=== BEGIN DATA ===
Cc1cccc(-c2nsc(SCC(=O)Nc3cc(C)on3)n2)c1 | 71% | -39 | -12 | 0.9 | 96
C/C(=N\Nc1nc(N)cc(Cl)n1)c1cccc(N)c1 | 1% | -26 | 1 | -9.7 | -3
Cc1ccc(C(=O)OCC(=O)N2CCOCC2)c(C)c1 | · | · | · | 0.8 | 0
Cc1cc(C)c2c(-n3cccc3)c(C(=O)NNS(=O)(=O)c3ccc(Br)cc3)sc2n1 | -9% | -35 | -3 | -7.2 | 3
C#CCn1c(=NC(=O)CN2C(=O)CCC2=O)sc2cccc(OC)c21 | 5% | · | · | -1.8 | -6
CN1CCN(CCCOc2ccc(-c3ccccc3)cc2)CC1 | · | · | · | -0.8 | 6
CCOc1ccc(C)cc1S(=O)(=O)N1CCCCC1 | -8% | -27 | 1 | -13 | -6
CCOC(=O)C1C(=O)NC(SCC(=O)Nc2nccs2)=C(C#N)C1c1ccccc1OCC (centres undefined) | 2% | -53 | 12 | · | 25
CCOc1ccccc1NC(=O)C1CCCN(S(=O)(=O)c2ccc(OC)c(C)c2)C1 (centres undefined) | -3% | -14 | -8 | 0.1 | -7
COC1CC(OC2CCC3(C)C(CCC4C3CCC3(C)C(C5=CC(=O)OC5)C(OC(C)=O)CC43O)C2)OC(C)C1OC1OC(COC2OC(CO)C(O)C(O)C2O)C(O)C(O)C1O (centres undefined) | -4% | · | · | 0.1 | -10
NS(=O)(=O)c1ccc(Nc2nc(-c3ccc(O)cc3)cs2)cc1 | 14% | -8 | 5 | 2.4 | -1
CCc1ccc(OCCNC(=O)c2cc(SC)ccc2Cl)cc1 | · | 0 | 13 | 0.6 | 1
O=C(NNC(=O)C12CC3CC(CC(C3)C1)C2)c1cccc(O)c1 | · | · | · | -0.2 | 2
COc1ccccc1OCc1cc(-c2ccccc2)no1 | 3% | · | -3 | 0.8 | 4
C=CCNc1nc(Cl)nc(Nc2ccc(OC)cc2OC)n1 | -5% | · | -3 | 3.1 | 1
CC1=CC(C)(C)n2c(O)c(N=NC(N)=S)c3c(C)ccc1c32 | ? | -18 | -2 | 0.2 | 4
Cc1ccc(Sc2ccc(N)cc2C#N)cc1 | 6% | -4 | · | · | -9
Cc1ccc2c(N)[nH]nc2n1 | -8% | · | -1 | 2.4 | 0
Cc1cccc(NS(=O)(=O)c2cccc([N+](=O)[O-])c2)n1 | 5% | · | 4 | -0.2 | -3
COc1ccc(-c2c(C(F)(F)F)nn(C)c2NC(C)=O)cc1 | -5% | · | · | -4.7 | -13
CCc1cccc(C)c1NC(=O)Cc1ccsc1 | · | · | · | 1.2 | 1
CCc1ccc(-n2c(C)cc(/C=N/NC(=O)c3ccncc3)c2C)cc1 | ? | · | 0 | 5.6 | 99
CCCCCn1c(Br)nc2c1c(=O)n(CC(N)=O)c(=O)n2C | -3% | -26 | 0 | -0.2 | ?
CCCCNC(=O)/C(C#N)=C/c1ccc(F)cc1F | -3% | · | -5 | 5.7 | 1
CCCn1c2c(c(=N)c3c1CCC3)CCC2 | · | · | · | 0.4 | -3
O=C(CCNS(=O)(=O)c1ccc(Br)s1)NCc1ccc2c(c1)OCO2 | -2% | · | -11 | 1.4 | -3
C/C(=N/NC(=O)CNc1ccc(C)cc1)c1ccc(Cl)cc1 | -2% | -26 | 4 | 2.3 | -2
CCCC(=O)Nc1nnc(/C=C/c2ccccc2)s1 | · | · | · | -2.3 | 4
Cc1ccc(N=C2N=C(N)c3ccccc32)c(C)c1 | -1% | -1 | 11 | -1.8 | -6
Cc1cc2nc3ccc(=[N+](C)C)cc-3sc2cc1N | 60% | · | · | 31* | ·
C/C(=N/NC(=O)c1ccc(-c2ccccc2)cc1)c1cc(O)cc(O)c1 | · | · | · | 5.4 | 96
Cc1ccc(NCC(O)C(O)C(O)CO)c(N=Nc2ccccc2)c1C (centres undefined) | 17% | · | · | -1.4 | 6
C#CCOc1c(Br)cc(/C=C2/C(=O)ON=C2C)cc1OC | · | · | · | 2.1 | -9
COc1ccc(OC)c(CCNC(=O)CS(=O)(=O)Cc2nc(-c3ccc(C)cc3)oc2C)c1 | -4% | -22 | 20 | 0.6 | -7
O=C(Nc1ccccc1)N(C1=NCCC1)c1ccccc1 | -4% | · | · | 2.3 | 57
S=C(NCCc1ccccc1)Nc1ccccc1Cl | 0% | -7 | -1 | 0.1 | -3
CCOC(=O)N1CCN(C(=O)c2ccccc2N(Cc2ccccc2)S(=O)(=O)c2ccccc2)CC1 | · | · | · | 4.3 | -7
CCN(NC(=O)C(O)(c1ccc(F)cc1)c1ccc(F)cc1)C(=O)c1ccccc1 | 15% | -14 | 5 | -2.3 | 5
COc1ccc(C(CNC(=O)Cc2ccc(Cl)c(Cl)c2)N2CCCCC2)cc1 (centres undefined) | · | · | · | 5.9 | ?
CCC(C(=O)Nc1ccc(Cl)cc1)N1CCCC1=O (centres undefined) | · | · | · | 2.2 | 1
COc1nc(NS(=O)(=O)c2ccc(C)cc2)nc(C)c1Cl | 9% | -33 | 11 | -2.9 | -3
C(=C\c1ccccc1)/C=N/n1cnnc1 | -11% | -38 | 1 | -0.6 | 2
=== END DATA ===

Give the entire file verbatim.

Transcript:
Cc1cccc(-c2nsc(SCC(=O)Nc3cc(C)on3)n2)c1 | 71% | -39 | -12 | 0.9 | 96
C/C(=N\Nc1nc(N)cc(Cl)n1)c1cccc(N)c1 | 1% | -26 | 1 | -9.7 | -3
Cc1ccc(C(=O)OCC(=O)N2CCOCC2)c(C)c1 | · | · | · | 0.8 | 0
Cc1cc(C)c2c(-n3cccc3)c(C(=O)NNS(=O)(=O)c3ccc(Br)cc3)sc2n1 | -9% | -35 | -3 | -7.2 | 3
C#CCn1c(=NC(=O)CN2C(=O)CCC2=O)sc2cccc(OC)c21 | 5% | · | · | -1.8 | -6
CN1CCN(CCCOc2ccc(-c3ccccc3)cc2)CC1 | · | · | · | -0.8 | 6
CCOc1ccc(C)cc1S(=O)(=O)N1CCCCC1 | -8% | -27 | 1 | -13 | -6
CCOC(=O)C1C(=O)NC(SCC(=O)Nc2nccs2)=C(C#N)C1c1ccccc1OCC (centres undefined) | 2% | -53 | 12 | · | 25
CCOc1ccccc1NC(=O)C1CCCN(S(=O)(=O)c2ccc(OC)c(C)c2)C1 (centres undefined) | -3% | -14 | -8 | 0.1 | -7
COC1CC(OC2CCC3(C)C(CCC4C3CCC3(C)C(C5=CC(=O)OC5)C(OC(C)=O)CC43O)C2)OC(C)C1OC1OC(COC2OC(CO)C(O)C(O)C2O)C(O)C(O)C1O (centres undefined) | -4% | · | · | 0.1 | -10
NS(=O)(=O)c1ccc(Nc2nc(-c3ccc(O)cc3)cs2)cc1 | 14% | -8 | 5 | 2.4 | -1
CCc1ccc(OCCNC(=O)c2cc(SC)ccc2Cl)cc1 | · | 0 | 13 | 0.6 | 1
O=C(NNC(=O)C12CC3CC(CC(C3)C1)C2)c1cccc(O)c1 | · | · | · | -0.2 | 2
COc1ccccc1OCc1cc(-c2ccccc2)no1 | 3% | · | -3 | 0.8 | 4
C=CCNc1nc(Cl)nc(Nc2ccc(OC)cc2OC)n1 | -5% | · | -3 | 3.1 | 1
CC1=CC(C)(C)n2c(O)c(N=NC(N)=S)c3c(C)ccc1c32 | ? | -18 | -2 | 0.2 | 4
Cc1ccc(Sc2ccc(N)cc2C#N)cc1 | 6% | -4 | · | · | -9
Cc1ccc2c(N)[nH]nc2n1 | -8% | · | -1 | 2.4 | 0
Cc1cccc(NS(=O)(=O)c2cccc([N+](=O)[O-])c2)n1 | 5% | · | 4 | -0.2 | -3
COc1ccc(-c2c(C(F)(F)F)nn(C)c2NC(C)=O)cc1 | -5% | · | · | -4.7 | -13
CCc1cccc(C)c1NC(=O)Cc1ccsc1 | · | · | · | 1.2 | 1
CCc1ccc(-n2c(C)cc(/C=N/NC(=O)c3ccncc3)c2C)cc1 | ? | · | 0 | 5.6 | 99
CCCCCn1c(Br)nc2c1c(=O)n(CC(N)=O)c(=O)n2C | -3% | -26 | 0 | -0.2 | ?
CCCCNC(=O)/C(C#N)=C/c1ccc(F)cc1F | -3% | · | -5 | 5.7 | 1
CCCn1c2c(c(=N)c3c1CCC3)CCC2 | · | · | · | 0.4 | -3
O=C(CCNS(=O)(=O)c1ccc(Br)s1)NCc1ccc2c(c1)OCO2 | -2% | · | -11 | 1.4 | -3
C/C(=N/NC(=O)CNc1ccc(C)cc1)c1ccc(Cl)cc1 | -2% | -26 | 4 | 2.3 | -2
CCCC(=O)Nc1nnc(/C=C/c2ccccc2)s1 | · | · | · | -2.3 | 4
Cc1ccc(N=C2N=C(N)c3ccccc32)c(C)c1 | -1% | -1 | 11 | -1.8 | -6
Cc1cc2nc3ccc(=[N+](C)C)cc-3sc2cc1N | 60% | · | · | 31* | ·
C/C(=N/NC(=O)c1ccc(-c2ccccc2)cc1)c1cc(O)cc(O)c1 | · | · | · | 5.4 | 96
Cc1ccc(NCC(O)C(O)C(O)CO)c(N=Nc2ccccc2)c1C (centres undefined) | 17% | · | · | -1.4 | 6
C#CCOc1c(Br)cc(/C=C2/C(=O)ON=C2C)cc1OC | · | · | · | 2.1 | -9
COc1ccc(OC)c(CCNC(=O)CS(=O)(=O)Cc2nc(-c3ccc(C)cc3)oc2C)c1 | -4% | -22 | 20 | 0.6 | -7
O=C(Nc1ccccc1)N(C1=NCCC1)c1ccccc1 | -4% | · | · | 2.3 | 57
S=C(NCCc1ccccc1)Nc1ccccc1Cl | 0% | -7 | -1 | 0.1 | -3
CCOC(=O)N1CCN(C(=O)c2ccccc2N(Cc2ccccc2)S(=O)(=O)c2ccccc2)CC1 | · | · | · | 4.3 | -7
CCN(NC(=O)C(O)(c1ccc(F)cc1)c1ccc(F)cc1)C(=O)c1ccccc1 | 15% | -14 | 5 | -2.3 | 5
COc1ccc(C(CNC(=O)Cc2ccc(Cl)c(Cl)c2)N2CCCCC2)cc1 (centres undefined) | · | · | · | 5.9 | ?
CCC(C(=O)Nc1ccc(Cl)cc1)N1CCCC1=O (centres undefined) | · | · | · | 2.2 | 1
COc1nc(NS(=O)(=O)c2ccc(C)cc2)nc(C)c1Cl | 9% | -33 | 11 | -2.9 | -3
C(=C\c1ccccc1)/C=N/n1cnnc1 | -11% | -38 | 1 | -0.6 | 2